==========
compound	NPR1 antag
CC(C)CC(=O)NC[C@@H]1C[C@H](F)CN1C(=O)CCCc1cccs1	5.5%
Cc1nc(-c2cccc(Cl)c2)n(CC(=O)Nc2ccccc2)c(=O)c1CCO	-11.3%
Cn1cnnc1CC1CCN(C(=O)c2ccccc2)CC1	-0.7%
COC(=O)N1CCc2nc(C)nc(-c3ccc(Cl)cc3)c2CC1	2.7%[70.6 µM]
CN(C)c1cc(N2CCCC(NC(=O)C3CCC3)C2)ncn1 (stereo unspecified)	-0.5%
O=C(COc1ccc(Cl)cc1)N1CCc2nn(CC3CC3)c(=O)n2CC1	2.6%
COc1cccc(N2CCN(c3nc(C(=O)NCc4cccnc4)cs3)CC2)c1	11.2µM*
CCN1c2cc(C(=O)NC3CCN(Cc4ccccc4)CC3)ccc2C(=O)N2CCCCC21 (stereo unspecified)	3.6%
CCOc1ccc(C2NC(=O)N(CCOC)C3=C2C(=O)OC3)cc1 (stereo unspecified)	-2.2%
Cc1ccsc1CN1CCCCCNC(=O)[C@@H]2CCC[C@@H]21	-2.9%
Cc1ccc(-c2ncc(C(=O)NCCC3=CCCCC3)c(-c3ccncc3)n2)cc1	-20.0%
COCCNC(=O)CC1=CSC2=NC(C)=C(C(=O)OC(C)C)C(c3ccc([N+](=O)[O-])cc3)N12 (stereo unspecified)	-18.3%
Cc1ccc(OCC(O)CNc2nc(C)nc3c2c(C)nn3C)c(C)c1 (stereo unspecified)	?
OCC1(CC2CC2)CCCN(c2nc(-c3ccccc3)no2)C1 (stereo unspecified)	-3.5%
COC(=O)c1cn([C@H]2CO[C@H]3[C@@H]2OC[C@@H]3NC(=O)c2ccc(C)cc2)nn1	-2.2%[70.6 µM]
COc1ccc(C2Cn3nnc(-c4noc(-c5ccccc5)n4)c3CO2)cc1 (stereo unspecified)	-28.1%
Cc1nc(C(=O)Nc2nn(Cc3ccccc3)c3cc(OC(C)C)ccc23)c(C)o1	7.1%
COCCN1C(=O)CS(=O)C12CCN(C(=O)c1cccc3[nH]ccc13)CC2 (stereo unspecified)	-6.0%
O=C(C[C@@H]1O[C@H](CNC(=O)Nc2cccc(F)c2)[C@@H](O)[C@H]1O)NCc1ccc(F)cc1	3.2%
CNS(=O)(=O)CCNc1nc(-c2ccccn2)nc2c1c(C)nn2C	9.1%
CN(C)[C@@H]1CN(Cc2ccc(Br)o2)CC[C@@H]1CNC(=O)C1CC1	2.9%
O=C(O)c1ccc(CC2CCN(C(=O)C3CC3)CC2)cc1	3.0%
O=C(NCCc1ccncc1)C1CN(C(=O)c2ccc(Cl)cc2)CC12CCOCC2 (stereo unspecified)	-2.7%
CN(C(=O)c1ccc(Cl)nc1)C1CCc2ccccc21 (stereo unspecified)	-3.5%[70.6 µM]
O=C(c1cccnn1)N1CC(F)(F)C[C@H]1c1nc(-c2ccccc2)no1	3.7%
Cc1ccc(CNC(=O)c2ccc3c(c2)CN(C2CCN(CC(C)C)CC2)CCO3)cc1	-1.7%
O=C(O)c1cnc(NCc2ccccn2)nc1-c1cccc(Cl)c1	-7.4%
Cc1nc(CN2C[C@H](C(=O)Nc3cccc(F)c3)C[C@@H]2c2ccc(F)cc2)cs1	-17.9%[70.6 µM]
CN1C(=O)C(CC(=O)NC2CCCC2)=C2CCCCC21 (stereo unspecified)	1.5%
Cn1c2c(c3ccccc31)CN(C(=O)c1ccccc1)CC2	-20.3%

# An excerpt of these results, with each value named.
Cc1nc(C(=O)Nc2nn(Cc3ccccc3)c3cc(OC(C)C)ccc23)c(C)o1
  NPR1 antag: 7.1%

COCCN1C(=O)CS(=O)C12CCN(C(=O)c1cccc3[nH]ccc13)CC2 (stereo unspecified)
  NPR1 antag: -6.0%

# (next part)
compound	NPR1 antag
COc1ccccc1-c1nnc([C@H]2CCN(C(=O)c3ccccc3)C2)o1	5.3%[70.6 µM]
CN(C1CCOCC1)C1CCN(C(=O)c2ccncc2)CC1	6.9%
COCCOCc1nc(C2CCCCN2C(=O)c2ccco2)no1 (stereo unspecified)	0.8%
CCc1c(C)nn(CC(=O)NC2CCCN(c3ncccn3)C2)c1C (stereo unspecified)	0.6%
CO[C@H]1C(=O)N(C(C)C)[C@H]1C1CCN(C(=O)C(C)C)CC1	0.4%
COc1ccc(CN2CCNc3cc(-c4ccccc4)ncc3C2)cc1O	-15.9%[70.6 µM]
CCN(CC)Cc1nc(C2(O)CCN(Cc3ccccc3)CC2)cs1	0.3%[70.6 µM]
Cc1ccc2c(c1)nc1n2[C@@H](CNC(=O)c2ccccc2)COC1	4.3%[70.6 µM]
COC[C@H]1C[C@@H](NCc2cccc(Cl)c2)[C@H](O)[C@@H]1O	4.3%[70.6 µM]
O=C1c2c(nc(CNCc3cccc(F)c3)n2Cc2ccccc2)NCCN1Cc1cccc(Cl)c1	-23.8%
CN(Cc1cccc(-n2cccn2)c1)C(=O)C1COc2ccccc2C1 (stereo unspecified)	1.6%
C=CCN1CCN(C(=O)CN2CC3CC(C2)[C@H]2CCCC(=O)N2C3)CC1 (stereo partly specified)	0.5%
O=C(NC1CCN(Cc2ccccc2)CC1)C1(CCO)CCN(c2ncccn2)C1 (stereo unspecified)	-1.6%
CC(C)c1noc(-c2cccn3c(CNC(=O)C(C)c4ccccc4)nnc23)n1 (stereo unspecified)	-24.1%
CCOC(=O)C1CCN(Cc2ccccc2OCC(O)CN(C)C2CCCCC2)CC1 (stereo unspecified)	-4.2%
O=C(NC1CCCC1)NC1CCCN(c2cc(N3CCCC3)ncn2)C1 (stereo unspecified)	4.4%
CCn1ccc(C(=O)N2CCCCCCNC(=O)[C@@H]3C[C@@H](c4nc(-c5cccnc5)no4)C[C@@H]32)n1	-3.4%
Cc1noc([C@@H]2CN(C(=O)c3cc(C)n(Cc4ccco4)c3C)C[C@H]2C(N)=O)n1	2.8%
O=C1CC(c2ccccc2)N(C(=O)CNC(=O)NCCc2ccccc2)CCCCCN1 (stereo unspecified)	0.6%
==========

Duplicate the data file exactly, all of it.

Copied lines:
compound	NPR1 antag
CC(C)CC(=O)NC[C@@H]1C[C@H](F)CN1C(=O)CCCc1cccs1	5.5%
Cc1nc(-c2cccc(Cl)c2)n(CC(=O)Nc2ccccc2)c(=O)c1CCO	-11.3%
Cn1cnnc1CC1CCN(C(=O)c2ccccc2)CC1	-0.7%
COC(=O)N1CCc2nc(C)nc(-c3ccc(Cl)cc3)c2CC1	2.7%[70.6 µM]
CN(C)c1cc(N2CCCC(NC(=O)C3CCC3)C2)ncn1 (stereo unspecified)	-0.5%
O=C(COc1ccc(Cl)cc1)N1CCc2nn(CC3CC3)c(=O)n2CC1	2.6%
COc1cccc(N2CCN(c3nc(C(=O)NCc4cccnc4)cs3)CC2)c1	11.2µM*
CCN1c2cc(C(=O)NC3CCN(Cc4ccccc4)CC3)ccc2C(=O)N2CCCCC21 (stereo unspecified)	3.6%
CCOc1ccc(C2NC(=O)N(CCOC)C3=C2C(=O)OC3)cc1 (stereo unspecified)	-2.2%
Cc1ccsc1CN1CCCCCNC(=O)[C@@H]2CCC[C@@H]21	-2.9%
Cc1ccc(-c2ncc(C(=O)NCCC3=CCCCC3)c(-c3ccncc3)n2)cc1	-20.0%
COCCNC(=O)CC1=CSC2=NC(C)=C(C(=O)OC(C)C)C(c3ccc([N+](=O)[O-])cc3)N12 (stereo unspecified)	-18.3%
Cc1ccc(OCC(O)CNc2nc(C)nc3c2c(C)nn3C)c(C)c1 (stereo unspecified)	?
OCC1(CC2CC2)CCCN(c2nc(-c3ccccc3)no2)C1 (stereo unspecified)	-3.5%
COC(=O)c1cn([C@H]2CO[C@H]3[C@@H]2OC[C@@H]3NC(=O)c2ccc(C)cc2)nn1	-2.2%[70.6 µM]
COc1ccc(C2Cn3nnc(-c4noc(-c5ccccc5)n4)c3CO2)cc1 (stereo unspecified)	-28.1%
Cc1nc(C(=O)Nc2nn(Cc3ccccc3)c3cc(OC(C)C)ccc23)c(C)o1	7.1%
COCCN1C(=O)CS(=O)C12CCN(C(=O)c1cccc3[nH]ccc13)CC2 (stereo unspecified)	-6.0%
O=C(C[C@@H]1O[C@H](CNC(=O)Nc2cccc(F)c2)[C@@H](O)[C@H]1O)NCc1ccc(F)cc1	3.2%
CNS(=O)(=O)CCNc1nc(-c2ccccn2)nc2c1c(C)nn2C	9.1%
CN(C)[C@@H]1CN(Cc2ccc(Br)o2)CC[C@@H]1CNC(=O)C1CC1	2.9%
O=C(O)c1ccc(CC2CCN(C(=O)C3CC3)CC2)cc1	3.0%
O=C(NCCc1ccncc1)C1CN(C(=O)c2ccc(Cl)cc2)CC12CCOCC2 (stereo unspecified)	-2.7%
CN(C(=O)c1ccc(Cl)nc1)C1CCc2ccccc21 (stereo unspecified)	-3.5%[70.6 µM]
O=C(c1cccnn1)N1CC(F)(F)C[C@H]1c1nc(-c2ccccc2)no1	3.7%
Cc1ccc(CNC(=O)c2ccc3c(c2)CN(C2CCN(CC(C)C)CC2)CCO3)cc1	-1.7%
O=C(O)c1cnc(NCc2ccccn2)nc1-c1cccc(Cl)c1	-7.4%
Cc1nc(CN2C[C@H](C(=O)Nc3cccc(F)c3)C[C@@H]2c2ccc(F)cc2)cs1	-17.9%[70.6 µM]
CN1C(=O)C(CC(=O)NC2CCCC2)=C2CCCCC21 (stereo unspecified)	1.5%
Cn1c2c(c3ccccc31)CN(C(=O)c1ccccc1)CC2	-20.3%

# An excerpt of these results, with each value named.
Cc1nc(C(=O)Nc2nn(Cc3ccccc3)c3cc(OC(C)C)ccc23)c(C)o1
  NPR1 antag: 7.1%

COCCN1C(=O)CS(=O)C12CCN(C(=O)c1cccc3[nH]ccc13)CC2 (stereo unspecified)
  NPR1 antag: -6.0%

# (next part)
compound	NPR1 antag
COc1ccccc1-c1nnc([C@H]2CCN(C(=O)c3ccccc3)C2)o1	5.3%[70.6 µM]
CN(C1CCOCC1)C1CCN(C(=O)c2ccncc2)CC1	6.9%
COCCOCc1nc(C2CCCCN2C(=O)c2ccco2)no1 (stereo unspecified)	0.8%
CCc1c(C)nn(CC(=O)NC2CCCN(c3ncccn3)C2)c1C (stereo unspecified)	0.6%
CO[C@H]1C(=O)N(C(C)C)[C@H]1C1CCN(C(=O)C(C)C)CC1	0.4%
COc1ccc(CN2CCNc3cc(-c4ccccc4)ncc3C2)cc1O	-15.9%[70.6 µM]
CCN(CC)Cc1nc(C2(O)CCN(Cc3ccccc3)CC2)cs1	0.3%[70.6 µM]
Cc1ccc2c(c1)nc1n2[C@@H](CNC(=O)c2ccccc2)COC1	4.3%[70.6 µM]
COC[C@H]1C[C@@H](NCc2cccc(Cl)c2)[C@H](O)[C@@H]1O	4.3%[70.6 µM]
O=C1c2c(nc(CNCc3cccc(F)c3)n2Cc2ccccc2)NCCN1Cc1cccc(Cl)c1	-23.8%
CN(Cc1cccc(-n2cccn2)c1)C(=O)C1COc2ccccc2C1 (stereo unspecified)	1.6%
C=CCN1CCN(C(=O)CN2CC3CC(C2)[C@H]2CCCC(=O)N2C3)CC1 (stereo partly specified)	0.5%
O=C(NC1CCN(Cc2ccccc2)CC1)C1(CCO)CCN(c2ncccn2)C1 (stereo unspecified)	-1.6%
CC(C)c1noc(-c2cccn3c(CNC(=O)C(C)c4ccccc4)nnc23)n1 (stereo unspecified)	-24.1%
CCOC(=O)C1CCN(Cc2ccccc2OCC(O)CN(C)C2CCCCC2)CC1 (stereo unspecified)	-4.2%
O=C(NC1CCCC1)NC1CCCN(c2cc(N3CCCC3)ncn2)C1 (stereo unspecified)	4.4%
CCn1ccc(C(=O)N2CCCCCCNC(=O)[C@@H]3C[C@@H](c4nc(-c5cccnc5)no4)C[C@@H]32)n1	-3.4%
Cc1noc([C@@H]2CN(C(=O)c3cc(C)n(Cc4ccco4)c3C)C[C@H]2C(N)=O)n1	2.8%
O=C1CC(c2ccccc2)N(C(=O)CNC(=O)NCCc2ccccc2)CCCCCN1 (stereo unspecified)	0.6%